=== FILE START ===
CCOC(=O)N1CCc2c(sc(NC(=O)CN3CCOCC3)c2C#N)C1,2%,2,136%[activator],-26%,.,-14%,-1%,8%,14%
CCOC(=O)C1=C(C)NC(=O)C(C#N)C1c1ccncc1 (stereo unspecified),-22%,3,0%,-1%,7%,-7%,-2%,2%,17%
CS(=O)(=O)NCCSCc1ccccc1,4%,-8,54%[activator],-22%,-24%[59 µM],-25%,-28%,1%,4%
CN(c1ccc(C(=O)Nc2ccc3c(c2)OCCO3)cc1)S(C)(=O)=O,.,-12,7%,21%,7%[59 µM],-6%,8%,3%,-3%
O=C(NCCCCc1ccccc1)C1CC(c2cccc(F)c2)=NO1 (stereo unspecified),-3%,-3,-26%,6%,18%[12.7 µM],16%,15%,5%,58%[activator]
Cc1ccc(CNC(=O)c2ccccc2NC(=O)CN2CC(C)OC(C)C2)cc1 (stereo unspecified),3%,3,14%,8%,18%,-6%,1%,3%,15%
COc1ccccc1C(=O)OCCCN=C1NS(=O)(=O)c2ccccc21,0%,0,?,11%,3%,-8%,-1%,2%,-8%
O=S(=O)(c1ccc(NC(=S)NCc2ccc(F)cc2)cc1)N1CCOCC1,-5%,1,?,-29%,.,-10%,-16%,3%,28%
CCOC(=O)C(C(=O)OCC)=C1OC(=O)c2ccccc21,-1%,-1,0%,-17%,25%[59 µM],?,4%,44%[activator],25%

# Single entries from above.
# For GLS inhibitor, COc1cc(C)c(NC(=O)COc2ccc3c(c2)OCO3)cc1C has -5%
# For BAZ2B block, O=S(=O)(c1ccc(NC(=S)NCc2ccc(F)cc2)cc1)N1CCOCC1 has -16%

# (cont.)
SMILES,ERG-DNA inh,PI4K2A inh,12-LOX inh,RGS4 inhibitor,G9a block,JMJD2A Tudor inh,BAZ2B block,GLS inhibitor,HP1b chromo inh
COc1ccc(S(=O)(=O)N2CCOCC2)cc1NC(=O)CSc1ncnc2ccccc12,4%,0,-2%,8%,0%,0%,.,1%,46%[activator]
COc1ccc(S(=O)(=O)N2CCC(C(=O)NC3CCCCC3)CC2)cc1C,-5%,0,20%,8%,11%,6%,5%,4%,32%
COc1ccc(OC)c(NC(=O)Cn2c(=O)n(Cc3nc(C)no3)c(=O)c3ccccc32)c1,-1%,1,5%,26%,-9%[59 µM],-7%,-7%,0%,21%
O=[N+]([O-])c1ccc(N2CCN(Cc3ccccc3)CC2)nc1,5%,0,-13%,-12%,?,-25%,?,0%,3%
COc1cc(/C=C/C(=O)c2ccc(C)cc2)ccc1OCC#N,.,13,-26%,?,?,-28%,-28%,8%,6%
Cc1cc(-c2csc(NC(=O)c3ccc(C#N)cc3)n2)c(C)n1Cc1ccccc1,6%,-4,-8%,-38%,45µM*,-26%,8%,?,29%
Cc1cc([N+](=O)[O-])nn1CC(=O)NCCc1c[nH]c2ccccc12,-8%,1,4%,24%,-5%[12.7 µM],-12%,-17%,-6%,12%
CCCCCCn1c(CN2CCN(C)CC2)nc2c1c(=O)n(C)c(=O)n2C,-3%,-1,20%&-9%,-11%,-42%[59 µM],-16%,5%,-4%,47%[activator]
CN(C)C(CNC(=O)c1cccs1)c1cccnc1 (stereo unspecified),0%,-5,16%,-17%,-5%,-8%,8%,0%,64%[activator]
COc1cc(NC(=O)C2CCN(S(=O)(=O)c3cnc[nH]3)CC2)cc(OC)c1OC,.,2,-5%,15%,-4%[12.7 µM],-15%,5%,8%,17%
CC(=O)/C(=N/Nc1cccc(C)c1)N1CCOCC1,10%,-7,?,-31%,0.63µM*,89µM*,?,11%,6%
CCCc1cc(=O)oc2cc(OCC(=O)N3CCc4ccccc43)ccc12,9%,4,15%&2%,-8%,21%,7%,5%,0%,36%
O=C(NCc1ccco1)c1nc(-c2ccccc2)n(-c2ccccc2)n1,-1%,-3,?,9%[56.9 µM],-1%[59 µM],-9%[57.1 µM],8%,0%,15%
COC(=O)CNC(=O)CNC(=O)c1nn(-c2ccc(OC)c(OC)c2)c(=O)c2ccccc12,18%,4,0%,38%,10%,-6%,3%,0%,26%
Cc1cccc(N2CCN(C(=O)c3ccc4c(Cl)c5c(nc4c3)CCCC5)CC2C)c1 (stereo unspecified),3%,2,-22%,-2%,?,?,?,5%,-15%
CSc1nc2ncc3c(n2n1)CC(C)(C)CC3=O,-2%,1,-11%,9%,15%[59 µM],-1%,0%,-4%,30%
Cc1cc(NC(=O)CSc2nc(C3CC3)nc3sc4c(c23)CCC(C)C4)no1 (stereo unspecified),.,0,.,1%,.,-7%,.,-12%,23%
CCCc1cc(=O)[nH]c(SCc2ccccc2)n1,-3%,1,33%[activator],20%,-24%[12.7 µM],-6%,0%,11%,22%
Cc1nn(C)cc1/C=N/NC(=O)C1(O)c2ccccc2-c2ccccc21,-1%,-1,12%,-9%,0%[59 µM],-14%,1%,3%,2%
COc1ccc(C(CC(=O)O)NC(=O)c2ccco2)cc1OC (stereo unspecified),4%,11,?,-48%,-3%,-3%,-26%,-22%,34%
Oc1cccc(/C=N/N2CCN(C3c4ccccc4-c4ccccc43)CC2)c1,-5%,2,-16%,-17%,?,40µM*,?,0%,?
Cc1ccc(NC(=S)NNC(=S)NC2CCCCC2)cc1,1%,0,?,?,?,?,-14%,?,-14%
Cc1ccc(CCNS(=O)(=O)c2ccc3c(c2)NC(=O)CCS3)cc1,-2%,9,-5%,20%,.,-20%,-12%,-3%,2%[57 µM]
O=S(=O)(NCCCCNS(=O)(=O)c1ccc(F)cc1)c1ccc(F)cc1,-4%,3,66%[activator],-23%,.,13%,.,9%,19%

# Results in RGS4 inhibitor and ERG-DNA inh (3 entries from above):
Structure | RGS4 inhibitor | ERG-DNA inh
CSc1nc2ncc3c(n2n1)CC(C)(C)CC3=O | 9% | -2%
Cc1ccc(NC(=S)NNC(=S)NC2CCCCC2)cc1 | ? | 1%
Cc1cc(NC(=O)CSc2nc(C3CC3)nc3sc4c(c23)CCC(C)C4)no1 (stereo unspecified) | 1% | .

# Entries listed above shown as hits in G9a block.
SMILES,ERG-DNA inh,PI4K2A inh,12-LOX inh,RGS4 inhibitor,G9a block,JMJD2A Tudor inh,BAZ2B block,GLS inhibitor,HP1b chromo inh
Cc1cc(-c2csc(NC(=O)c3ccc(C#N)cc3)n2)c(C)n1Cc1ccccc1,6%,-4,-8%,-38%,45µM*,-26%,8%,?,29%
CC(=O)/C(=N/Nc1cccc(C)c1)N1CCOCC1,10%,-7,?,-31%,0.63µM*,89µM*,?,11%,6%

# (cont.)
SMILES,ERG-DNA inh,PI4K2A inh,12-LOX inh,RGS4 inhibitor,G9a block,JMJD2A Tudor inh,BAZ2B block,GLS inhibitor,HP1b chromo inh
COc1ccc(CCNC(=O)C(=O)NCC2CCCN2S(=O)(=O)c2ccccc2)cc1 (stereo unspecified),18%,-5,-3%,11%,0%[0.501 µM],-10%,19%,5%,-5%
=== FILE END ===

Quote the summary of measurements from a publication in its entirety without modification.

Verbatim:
CCOC(=O)N1CCc2c(sc(NC(=O)CN3CCOCC3)c2C#N)C1,2%,2,136%[activator],-26%,.,-14%,-1%,8%,14%
CCOC(=O)C1=C(C)NC(=O)C(C#N)C1c1ccncc1 (stereo unspecified),-22%,3,0%,-1%,7%,-7%,-2%,2%,17%
CS(=O)(=O)NCCSCc1ccccc1,4%,-8,54%[activator],-22%,-24%[59 µM],-25%,-28%,1%,4%
CN(c1ccc(C(=O)Nc2ccc3c(c2)OCCO3)cc1)S(C)(=O)=O,.,-12,7%,21%,7%[59 µM],-6%,8%,3%,-3%
O=C(NCCCCc1ccccc1)C1CC(c2cccc(F)c2)=NO1 (stereo unspecified),-3%,-3,-26%,6%,18%[12.7 µM],16%,15%,5%,58%[activator]
Cc1ccc(CNC(=O)c2ccccc2NC(=O)CN2CC(C)OC(C)C2)cc1 (stereo unspecified),3%,3,14%,8%,18%,-6%,1%,3%,15%
COc1ccccc1C(=O)OCCCN=C1NS(=O)(=O)c2ccccc21,0%,0,?,11%,3%,-8%,-1%,2%,-8%
O=S(=O)(c1ccc(NC(=S)NCc2ccc(F)cc2)cc1)N1CCOCC1,-5%,1,?,-29%,.,-10%,-16%,3%,28%
CCOC(=O)C(C(=O)OCC)=C1OC(=O)c2ccccc21,-1%,-1,0%,-17%,25%[59 µM],?,4%,44%[activator],25%

# Single entries from above.
# For GLS inhibitor, COc1cc(C)c(NC(=O)COc2ccc3c(c2)OCO3)cc1C has -5%
# For BAZ2B block, O=S(=O)(c1ccc(NC(=S)NCc2ccc(F)cc2)cc1)N1CCOCC1 has -16%

# (cont.)
SMILES,ERG-DNA inh,PI4K2A inh,12-LOX inh,RGS4 inhibitor,G9a block,JMJD2A Tudor inh,BAZ2B block,GLS inhibitor,HP1b chromo inh
COc1ccc(S(=O)(=O)N2CCOCC2)cc1NC(=O)CSc1ncnc2ccccc12,4%,0,-2%,8%,0%,0%,.,1%,46%[activator]
COc1ccc(S(=O)(=O)N2CCC(C(=O)NC3CCCCC3)CC2)cc1C,-5%,0,20%,8%,11%,6%,5%,4%,32%
COc1ccc(OC)c(NC(=O)Cn2c(=O)n(Cc3nc(C)no3)c(=O)c3ccccc32)c1,-1%,1,5%,26%,-9%[59 µM],-7%,-7%,0%,21%
O=[N+]([O-])c1ccc(N2CCN(Cc3ccccc3)CC2)nc1,5%,0,-13%,-12%,?,-25%,?,0%,3%
COc1cc(/C=C/C(=O)c2ccc(C)cc2)ccc1OCC#N,.,13,-26%,?,?,-28%,-28%,8%,6%
Cc1cc(-c2csc(NC(=O)c3ccc(C#N)cc3)n2)c(C)n1Cc1ccccc1,6%,-4,-8%,-38%,45µM*,-26%,8%,?,29%
Cc1cc([N+](=O)[O-])nn1CC(=O)NCCc1c[nH]c2ccccc12,-8%,1,4%,24%,-5%[12.7 µM],-12%,-17%,-6%,12%
CCCCCCn1c(CN2CCN(C)CC2)nc2c1c(=O)n(C)c(=O)n2C,-3%,-1,20%&-9%,-11%,-42%[59 µM],-16%,5%,-4%,47%[activator]
CN(C)C(CNC(=O)c1cccs1)c1cccnc1 (stereo unspecified),0%,-5,16%,-17%,-5%,-8%,8%,0%,64%[activator]
COc1cc(NC(=O)C2CCN(S(=O)(=O)c3cnc[nH]3)CC2)cc(OC)c1OC,.,2,-5%,15%,-4%[12.7 µM],-15%,5%,8%,17%
CC(=O)/C(=N/Nc1cccc(C)c1)N1CCOCC1,10%,-7,?,-31%,0.63µM*,89µM*,?,11%,6%
CCCc1cc(=O)oc2cc(OCC(=O)N3CCc4ccccc43)ccc12,9%,4,15%&2%,-8%,21%,7%,5%,0%,36%
O=C(NCc1ccco1)c1nc(-c2ccccc2)n(-c2ccccc2)n1,-1%,-3,?,9%[56.9 µM],-1%[59 µM],-9%[57.1 µM],8%,0%,15%
COC(=O)CNC(=O)CNC(=O)c1nn(-c2ccc(OC)c(OC)c2)c(=O)c2ccccc12,18%,4,0%,38%,10%,-6%,3%,0%,26%
Cc1cccc(N2CCN(C(=O)c3ccc4c(Cl)c5c(nc4c3)CCCC5)CC2C)c1 (stereo unspecified),3%,2,-22%,-2%,?,?,?,5%,-15%
CSc1nc2ncc3c(n2n1)CC(C)(C)CC3=O,-2%,1,-11%,9%,15%[59 µM],-1%,0%,-4%,30%
Cc1cc(NC(=O)CSc2nc(C3CC3)nc3sc4c(c23)CCC(C)C4)no1 (stereo unspecified),.,0,.,1%,.,-7%,.,-12%,23%
CCCc1cc(=O)[nH]c(SCc2ccccc2)n1,-3%,1,33%[activator],20%,-24%[12.7 µM],-6%,0%,11%,22%
Cc1nn(C)cc1/C=N/NC(=O)C1(O)c2ccccc2-c2ccccc21,-1%,-1,12%,-9%,0%[59 µM],-14%,1%,3%,2%
COc1ccc(C(CC(=O)O)NC(=O)c2ccco2)cc1OC (stereo unspecified),4%,11,?,-48%,-3%,-3%,-26%,-22%,34%
Oc1cccc(/C=N/N2CCN(C3c4ccccc4-c4ccccc43)CC2)c1,-5%,2,-16%,-17%,?,40µM*,?,0%,?
Cc1ccc(NC(=S)NNC(=S)NC2CCCCC2)cc1,1%,0,?,?,?,?,-14%,?,-14%
Cc1ccc(CCNS(=O)(=O)c2ccc3c(c2)NC(=O)CCS3)cc1,-2%,9,-5%,20%,.,-20%,-12%,-3%,2%[57 µM]
O=S(=O)(NCCCCNS(=O)(=O)c1ccc(F)cc1)c1ccc(F)cc1,-4%,3,66%[activator],-23%,.,13%,.,9%,19%

# Results in RGS4 inhibitor and ERG-DNA inh (3 entries from above):
Structure | RGS4 inhibitor | ERG-DNA inh
CSc1nc2ncc3c(n2n1)CC(C)(C)CC3=O | 9% | -2%
Cc1ccc(NC(=S)NNC(=S)NC2CCCCC2)cc1 | ? | 1%
Cc1cc(NC(=O)CSc2nc(C3CC3)nc3sc4c(c23)CCC(C)C4)no1 (stereo unspecified) | 1% | .

# Entries listed above shown as hits in G9a block.
SMILES,ERG-DNA inh,PI4K2A inh,12-LOX inh,RGS4 inhibitor,G9a block,JMJD2A Tudor inh,BAZ2B block,GLS inhibitor,HP1b chromo inh
Cc1cc(-c2csc(NC(=O)c3ccc(C#N)cc3)n2)c(C)n1Cc1ccccc1,6%,-4,-8%,-38%,45µM*,-26%,8%,?,29%
CC(=O)/C(=N/Nc1cccc(C)c1)N1CCOCC1,10%,-7,?,-31%,0.63µM*,89µM*,?,11%,6%

# (cont.)
SMILES,ERG-DNA inh,PI4K2A inh,12-LOX inh,RGS4 inhibitor,G9a block,JMJD2A Tudor inh,BAZ2B block,GLS inhibitor,HP1b chromo inh
COc1ccc(CCNC(=O)C(=O)NCC2CCCN2S(=O)(=O)c2ccccc2)cc1 (stereo unspecified),18%,-5,-3%,11%,0%[0.501 µM],-10%,19%,5%,-5%